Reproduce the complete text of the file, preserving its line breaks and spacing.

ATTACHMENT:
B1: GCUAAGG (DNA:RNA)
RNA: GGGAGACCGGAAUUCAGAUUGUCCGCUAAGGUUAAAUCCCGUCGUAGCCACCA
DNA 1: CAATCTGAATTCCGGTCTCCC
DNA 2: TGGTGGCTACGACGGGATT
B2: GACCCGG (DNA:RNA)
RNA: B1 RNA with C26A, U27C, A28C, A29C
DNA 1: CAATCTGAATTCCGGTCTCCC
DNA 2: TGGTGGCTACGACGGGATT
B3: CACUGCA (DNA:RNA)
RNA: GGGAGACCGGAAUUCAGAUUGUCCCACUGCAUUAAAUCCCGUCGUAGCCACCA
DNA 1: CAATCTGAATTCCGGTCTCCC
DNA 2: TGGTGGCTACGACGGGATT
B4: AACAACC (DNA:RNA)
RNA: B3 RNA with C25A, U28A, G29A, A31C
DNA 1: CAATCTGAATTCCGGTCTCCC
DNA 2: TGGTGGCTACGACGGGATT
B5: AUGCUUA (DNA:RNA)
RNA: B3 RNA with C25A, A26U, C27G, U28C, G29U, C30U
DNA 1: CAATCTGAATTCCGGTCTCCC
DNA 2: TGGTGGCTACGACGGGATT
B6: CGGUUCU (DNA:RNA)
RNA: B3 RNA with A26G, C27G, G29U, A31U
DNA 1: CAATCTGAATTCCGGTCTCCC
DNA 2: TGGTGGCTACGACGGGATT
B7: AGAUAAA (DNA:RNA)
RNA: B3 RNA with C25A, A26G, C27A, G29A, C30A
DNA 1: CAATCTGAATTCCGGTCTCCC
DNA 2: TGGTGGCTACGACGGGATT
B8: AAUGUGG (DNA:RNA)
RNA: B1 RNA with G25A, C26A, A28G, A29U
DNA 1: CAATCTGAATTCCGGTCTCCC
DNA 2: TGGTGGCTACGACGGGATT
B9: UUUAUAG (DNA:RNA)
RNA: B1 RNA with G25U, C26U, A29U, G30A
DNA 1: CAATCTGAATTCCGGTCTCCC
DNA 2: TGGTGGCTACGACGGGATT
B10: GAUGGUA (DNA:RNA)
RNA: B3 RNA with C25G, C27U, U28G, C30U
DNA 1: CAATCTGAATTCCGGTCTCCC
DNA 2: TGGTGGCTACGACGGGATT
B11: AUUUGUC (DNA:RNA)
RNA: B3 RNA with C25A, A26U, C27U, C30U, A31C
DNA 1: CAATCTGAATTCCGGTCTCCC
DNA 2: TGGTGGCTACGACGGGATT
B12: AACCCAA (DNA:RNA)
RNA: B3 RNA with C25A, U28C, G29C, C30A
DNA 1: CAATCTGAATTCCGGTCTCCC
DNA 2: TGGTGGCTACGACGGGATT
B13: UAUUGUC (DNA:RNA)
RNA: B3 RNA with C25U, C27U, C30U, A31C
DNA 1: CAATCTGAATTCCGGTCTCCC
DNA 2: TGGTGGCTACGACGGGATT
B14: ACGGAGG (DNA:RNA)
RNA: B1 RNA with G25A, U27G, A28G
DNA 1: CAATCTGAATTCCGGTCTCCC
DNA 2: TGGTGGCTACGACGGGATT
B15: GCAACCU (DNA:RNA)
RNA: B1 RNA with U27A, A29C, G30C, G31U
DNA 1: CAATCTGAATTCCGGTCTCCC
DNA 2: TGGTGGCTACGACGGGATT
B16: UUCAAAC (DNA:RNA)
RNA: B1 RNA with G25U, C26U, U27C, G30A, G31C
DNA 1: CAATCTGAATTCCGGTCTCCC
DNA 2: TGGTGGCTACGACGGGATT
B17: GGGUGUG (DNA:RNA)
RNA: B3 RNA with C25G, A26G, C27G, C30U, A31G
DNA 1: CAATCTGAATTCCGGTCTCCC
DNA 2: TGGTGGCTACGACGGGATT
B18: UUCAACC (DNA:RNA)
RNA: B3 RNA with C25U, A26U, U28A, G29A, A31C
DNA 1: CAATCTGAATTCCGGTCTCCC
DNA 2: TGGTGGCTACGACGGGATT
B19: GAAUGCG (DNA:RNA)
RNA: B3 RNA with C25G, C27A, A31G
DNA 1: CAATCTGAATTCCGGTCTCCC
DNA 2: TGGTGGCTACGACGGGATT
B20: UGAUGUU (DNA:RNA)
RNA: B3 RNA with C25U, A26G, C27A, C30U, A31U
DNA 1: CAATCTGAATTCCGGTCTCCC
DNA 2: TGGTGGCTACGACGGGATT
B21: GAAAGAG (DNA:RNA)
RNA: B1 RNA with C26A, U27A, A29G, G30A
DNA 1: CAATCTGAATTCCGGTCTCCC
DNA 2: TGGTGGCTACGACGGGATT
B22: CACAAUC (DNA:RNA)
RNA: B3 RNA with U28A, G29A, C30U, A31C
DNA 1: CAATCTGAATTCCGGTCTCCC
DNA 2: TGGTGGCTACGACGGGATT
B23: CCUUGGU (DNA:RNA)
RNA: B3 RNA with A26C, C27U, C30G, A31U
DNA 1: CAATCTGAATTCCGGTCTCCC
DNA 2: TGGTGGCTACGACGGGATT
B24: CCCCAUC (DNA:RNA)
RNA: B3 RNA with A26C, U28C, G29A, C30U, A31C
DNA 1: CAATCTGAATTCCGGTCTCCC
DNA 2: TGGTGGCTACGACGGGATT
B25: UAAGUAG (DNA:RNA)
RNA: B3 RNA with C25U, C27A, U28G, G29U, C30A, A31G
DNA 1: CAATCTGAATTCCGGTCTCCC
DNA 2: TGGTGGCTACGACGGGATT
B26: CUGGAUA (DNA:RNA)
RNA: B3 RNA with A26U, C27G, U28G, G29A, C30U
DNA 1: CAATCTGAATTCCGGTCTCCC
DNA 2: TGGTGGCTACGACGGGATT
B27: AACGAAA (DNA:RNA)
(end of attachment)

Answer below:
B1: GCUAAGG (DNA:RNA)
RNA: GGGAGACCGGAAUUCAGAUUGUCCGCUAAGGUUAAAUCCCGUCGUAGCCACCA
DNA 1: CAATCTGAATTCCGGTCTCCC
DNA 2: TGGTGGCTACGACGGGATT
B2: GACCCGG (DNA:RNA)
RNA: B1 RNA with C26A, U27C, A28C, A29C
DNA 1: CAATCTGAATTCCGGTCTCCC
DNA 2: TGGTGGCTACGACGGGATT
B3: CACUGCA (DNA:RNA)
RNA: GGGAGACCGGAAUUCAGAUUGUCCCACUGCAUUAAAUCCCGUCGUAGCCACCA
DNA 1: CAATCTGAATTCCGGTCTCCC
DNA 2: TGGTGGCTACGACGGGATT
B4: AACAACC (DNA:RNA)
RNA: B3 RNA with C25A, U28A, G29A, A31C
DNA 1: CAATCTGAATTCCGGTCTCCC
DNA 2: TGGTGGCTACGACGGGATT
B5: AUGCUUA (DNA:RNA)
RNA: B3 RNA with C25A, A26U, C27G, U28C, G29U, C30U
DNA 1: CAATCTGAATTCCGGTCTCCC
DNA 2: TGGTGGCTACGACGGGATT
B6: CGGUUCU (DNA:RNA)
RNA: B3 RNA with A26G, C27G, G29U, A31U
DNA 1: CAATCTGAATTCCGGTCTCCC
DNA 2: TGGTGGCTACGACGGGATT
B7: AGAUAAA (DNA:RNA)
RNA: B3 RNA with C25A, A26G, C27A, G29A, C30A
DNA 1: CAATCTGAATTCCGGTCTCCC
DNA 2: TGGTGGCTACGACGGGATT
B8: AAUGUGG (DNA:RNA)
RNA: B1 RNA with G25A, C26A, A28G, A29U
DNA 1: CAATCTGAATTCCGGTCTCCC
DNA 2: TGGTGGCTACGACGGGATT
B9: UUUAUAG (DNA:RNA)
RNA: B1 RNA with G25U, C26U, A29U, G30A
DNA 1: CAATCTGAATTCCGGTCTCCC
DNA 2: TGGTGGCTACGACGGGATT
B10: GAUGGUA (DNA:RNA)
RNA: B3 RNA with C25G, C27U, U28G, C30U
DNA 1: CAATCTGAATTCCGGTCTCCC
DNA 2: TGGTGGCTACGACGGGATT
B11: AUUUGUC (DNA:RNA)
RNA: B3 RNA with C25A, A26U, C27U, C30U, A31C
DNA 1: CAATCTGAATTCCGGTCTCCC
DNA 2: TGGTGGCTACGACGGGATT
B12: AACCCAA (DNA:RNA)
RNA: B3 RNA with C25A, U28C, G29C, C30A
DNA 1: CAATCTGAATTCCGGTCTCCC
DNA 2: TGGTGGCTACGACGGGATT
B13: UAUUGUC (DNA:RNA)
RNA: B3 RNA with C25U, C27U, C30U, A31C
DNA 1: CAATCTGAATTCCGGTCTCCC
DNA 2: TGGTGGCTACGACGGGATT
B14: ACGGAGG (DNA:RNA)
RNA: B1 RNA with G25A, U27G, A28G
DNA 1: CAATCTGAATTCCGGTCTCCC
DNA 2: TGGTGGCTACGACGGGATT
B15: GCAACCU (DNA:RNA)
RNA: B1 RNA with U27A, A29C, G30C, G31U
DNA 1: CAATCTGAATTCCGGTCTCCC
DNA 2: TGGTGGCTACGACGGGATT
B16: UUCAAAC (DNA:RNA)
RNA: B1 RNA with G25U, C26U, U27C, G30A, G31C
DNA 1: CAATCTGAATTCCGGTCTCCC
DNA 2: TGGTGGCTACGACGGGATT
B17: GGGUGUG (DNA:RNA)
RNA: B3 RNA with C25G, A26G, C27G, C30U, A31G
DNA 1: CAATCTGAATTCCGGTCTCCC
DNA 2: TGGTGGCTACGACGGGATT
B18: UUCAACC (DNA:RNA)
RNA: B3 RNA with C25U, A26U, U28A, G29A, A31C
DNA 1: CAATCTGAATTCCGGTCTCCC
DNA 2: TGGTGGCTACGACGGGATT
B19: GAAUGCG (DNA:RNA)
RNA: B3 RNA with C25G, C27A, A31G
DNA 1: CAATCTGAATTCCGGTCTCCC
DNA 2: TGGTGGCTACGACGGGATT
B20: UGAUGUU (DNA:RNA)
RNA: B3 RNA with C25U, A26G, C27A, C30U, A31U
DNA 1: CAATCTGAATTCCGGTCTCCC
DNA 2: TGGTGGCTACGACGGGATT
B21: GAAAGAG (DNA:RNA)
RNA: B1 RNA with C26A, U27A, A29G, G30A
DNA 1: CAATCTGAATTCCGGTCTCCC
DNA 2: TGGTGGCTACGACGGGATT
B22: CACAAUC (DNA:RNA)
RNA: B3 RNA with U28A, G29A, C30U, A31C
DNA 1: CAATCTGAATTCCGGTCTCCC
DNA 2: TGGTGGCTACGACGGGATT
B23: CCUUGGU (DNA:RNA)
RNA: B3 RNA with A26C, C27U, C30G, A31U
DNA 1: CAATCTGAATTCCGGTCTCCC
DNA 2: TGGTGGCTACGACGGGATT
B24: CCCCAUC (DNA:RNA)
RNA: B3 RNA with A26C, U28C, G29A, C30U, A31C
DNA 1: CAATCTGAATTCCGGTCTCCC
DNA 2: TGGTGGCTACGACGGGATT
B25: UAAGUAG (DNA:RNA)
RNA: B3 RNA with C25U, C27A, U28G, G29U, C30A, A31G
DNA 1: CAATCTGAATTCCGGTCTCCC
DNA 2: TGGTGGCTACGACGGGATT
B26: CUGGAUA (DNA:RNA)
RNA: B3 RNA with A26U, C27G, U28G, G29A, C30U
DNA 1: CAATCTGAATTCCGGTCTCCC
DNA 2: TGGTGGCTACGACGGGATT
B27: AACGAAA (DNA:RNA)